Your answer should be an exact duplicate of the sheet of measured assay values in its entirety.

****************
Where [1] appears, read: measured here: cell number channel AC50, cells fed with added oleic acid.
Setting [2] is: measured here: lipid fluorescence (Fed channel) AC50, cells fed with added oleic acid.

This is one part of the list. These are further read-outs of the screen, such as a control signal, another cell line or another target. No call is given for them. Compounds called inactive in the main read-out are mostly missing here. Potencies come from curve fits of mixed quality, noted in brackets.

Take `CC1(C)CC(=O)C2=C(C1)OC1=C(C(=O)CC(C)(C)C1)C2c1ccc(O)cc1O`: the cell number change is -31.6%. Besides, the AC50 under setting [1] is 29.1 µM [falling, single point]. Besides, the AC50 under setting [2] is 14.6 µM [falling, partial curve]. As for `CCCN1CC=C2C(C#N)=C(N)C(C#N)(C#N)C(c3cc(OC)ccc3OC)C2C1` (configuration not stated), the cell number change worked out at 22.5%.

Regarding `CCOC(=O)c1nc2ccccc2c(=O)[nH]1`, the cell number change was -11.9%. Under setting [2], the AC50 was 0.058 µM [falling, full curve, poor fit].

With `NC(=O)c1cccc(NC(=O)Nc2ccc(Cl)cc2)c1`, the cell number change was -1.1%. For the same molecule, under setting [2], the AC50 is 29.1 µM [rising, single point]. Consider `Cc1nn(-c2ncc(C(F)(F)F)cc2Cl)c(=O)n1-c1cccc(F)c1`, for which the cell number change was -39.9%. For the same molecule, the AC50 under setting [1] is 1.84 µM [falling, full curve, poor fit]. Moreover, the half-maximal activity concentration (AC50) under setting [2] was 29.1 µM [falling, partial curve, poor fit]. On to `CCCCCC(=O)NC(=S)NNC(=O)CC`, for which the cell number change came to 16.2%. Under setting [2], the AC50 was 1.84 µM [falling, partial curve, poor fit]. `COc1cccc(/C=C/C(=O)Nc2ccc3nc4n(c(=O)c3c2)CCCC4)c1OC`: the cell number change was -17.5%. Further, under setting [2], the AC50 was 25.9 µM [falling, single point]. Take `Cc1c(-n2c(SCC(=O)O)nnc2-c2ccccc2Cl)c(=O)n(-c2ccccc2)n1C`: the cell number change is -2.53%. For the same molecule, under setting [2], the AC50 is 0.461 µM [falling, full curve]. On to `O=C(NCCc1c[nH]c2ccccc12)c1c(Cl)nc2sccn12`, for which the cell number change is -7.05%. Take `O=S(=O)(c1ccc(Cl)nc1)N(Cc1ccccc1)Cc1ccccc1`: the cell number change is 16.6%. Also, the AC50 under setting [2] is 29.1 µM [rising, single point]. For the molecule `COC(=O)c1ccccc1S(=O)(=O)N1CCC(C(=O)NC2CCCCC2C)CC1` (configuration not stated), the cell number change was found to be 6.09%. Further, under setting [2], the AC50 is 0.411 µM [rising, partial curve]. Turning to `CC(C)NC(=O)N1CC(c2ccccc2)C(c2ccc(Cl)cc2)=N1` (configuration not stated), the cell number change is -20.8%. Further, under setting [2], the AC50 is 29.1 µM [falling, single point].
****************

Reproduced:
Where [1] appears, read: measured here: cell number channel AC50, cells fed with added oleic acid.
Setting [2] is: measured here: lipid fluorescence (Fed channel) AC50, cells fed with added oleic acid.

This is one part of the list. These are further read-outs of the screen, such as a control signal, another cell line or another target. No call is given for them. Compounds called inactive in the main read-out are mostly missing here. Potencies come from curve fits of mixed quality, noted in brackets.

Take `CC1(C)CC(=O)C2=C(C1)OC1=C(C(=O)CC(C)(C)C1)C2c1ccc(O)cc1O`: the cell number change is -31.6%. Besides, the AC50 under setting [1] is 29.1 µM [falling, single point]. Besides, the AC50 under setting [2] is 14.6 µM [falling, partial curve]. As for `CCCN1CC=C2C(C#N)=C(N)C(C#N)(C#N)C(c3cc(OC)ccc3OC)C2C1` (configuration not stated), the cell number change worked out at 22.5%.

Regarding `CCOC(=O)c1nc2ccccc2c(=O)[nH]1`, the cell number change was -11.9%. Under setting [2], the AC50 was 0.058 µM [falling, full curve, poor fit].

With `NC(=O)c1cccc(NC(=O)Nc2ccc(Cl)cc2)c1`, the cell number change was -1.1%. For the same molecule, under setting [2], the AC50 is 29.1 µM [rising, single point]. Consider `Cc1nn(-c2ncc(C(F)(F)F)cc2Cl)c(=O)n1-c1cccc(F)c1`, for which the cell number change was -39.9%. For the same molecule, the AC50 under setting [1] is 1.84 µM [falling, full curve, poor fit]. Moreover, the half-maximal activity concentration (AC50) under setting [2] was 29.1 µM [falling, partial curve, poor fit]. On to `CCCCCC(=O)NC(=S)NNC(=O)CC`, for which the cell number change came to 16.2%. Under setting [2], the AC50 was 1.84 µM [falling, partial curve, poor fit]. `COc1cccc(/C=C/C(=O)Nc2ccc3nc4n(c(=O)c3c2)CCCC4)c1OC`: the cell number change was -17.5%. Further, under setting [2], the AC50 was 25.9 µM [falling, single point]. Take `Cc1c(-n2c(SCC(=O)O)nnc2-c2ccccc2Cl)c(=O)n(-c2ccccc2)n1C`: the cell number change is -2.53%. For the same molecule, under setting [2], the AC50 is 0.461 µM [falling, full curve]. On to `O=C(NCCc1c[nH]c2ccccc12)c1c(Cl)nc2sccn12`, for which the cell number change is -7.05%. Take `O=S(=O)(c1ccc(Cl)nc1)N(Cc1ccccc1)Cc1ccccc1`: the cell number change is 16.6%. Also, the AC50 under setting [2] is 29.1 µM [rising, single point]. For the molecule `COC(=O)c1ccccc1S(=O)(=O)N1CCC(C(=O)NC2CCCCC2C)CC1` (configuration not stated), the cell number change was found to be 6.09%. Further, under setting [2], the AC50 is 0.411 µM [rising, partial curve]. Turning to `CC(C)NC(=O)N1CC(c2ccccc2)C(c2ccc(Cl)cc2)=N1` (configuration not stated), the cell number change is -20.8%. Further, under setting [2], the AC50 is 29.1 µM [falling, single point].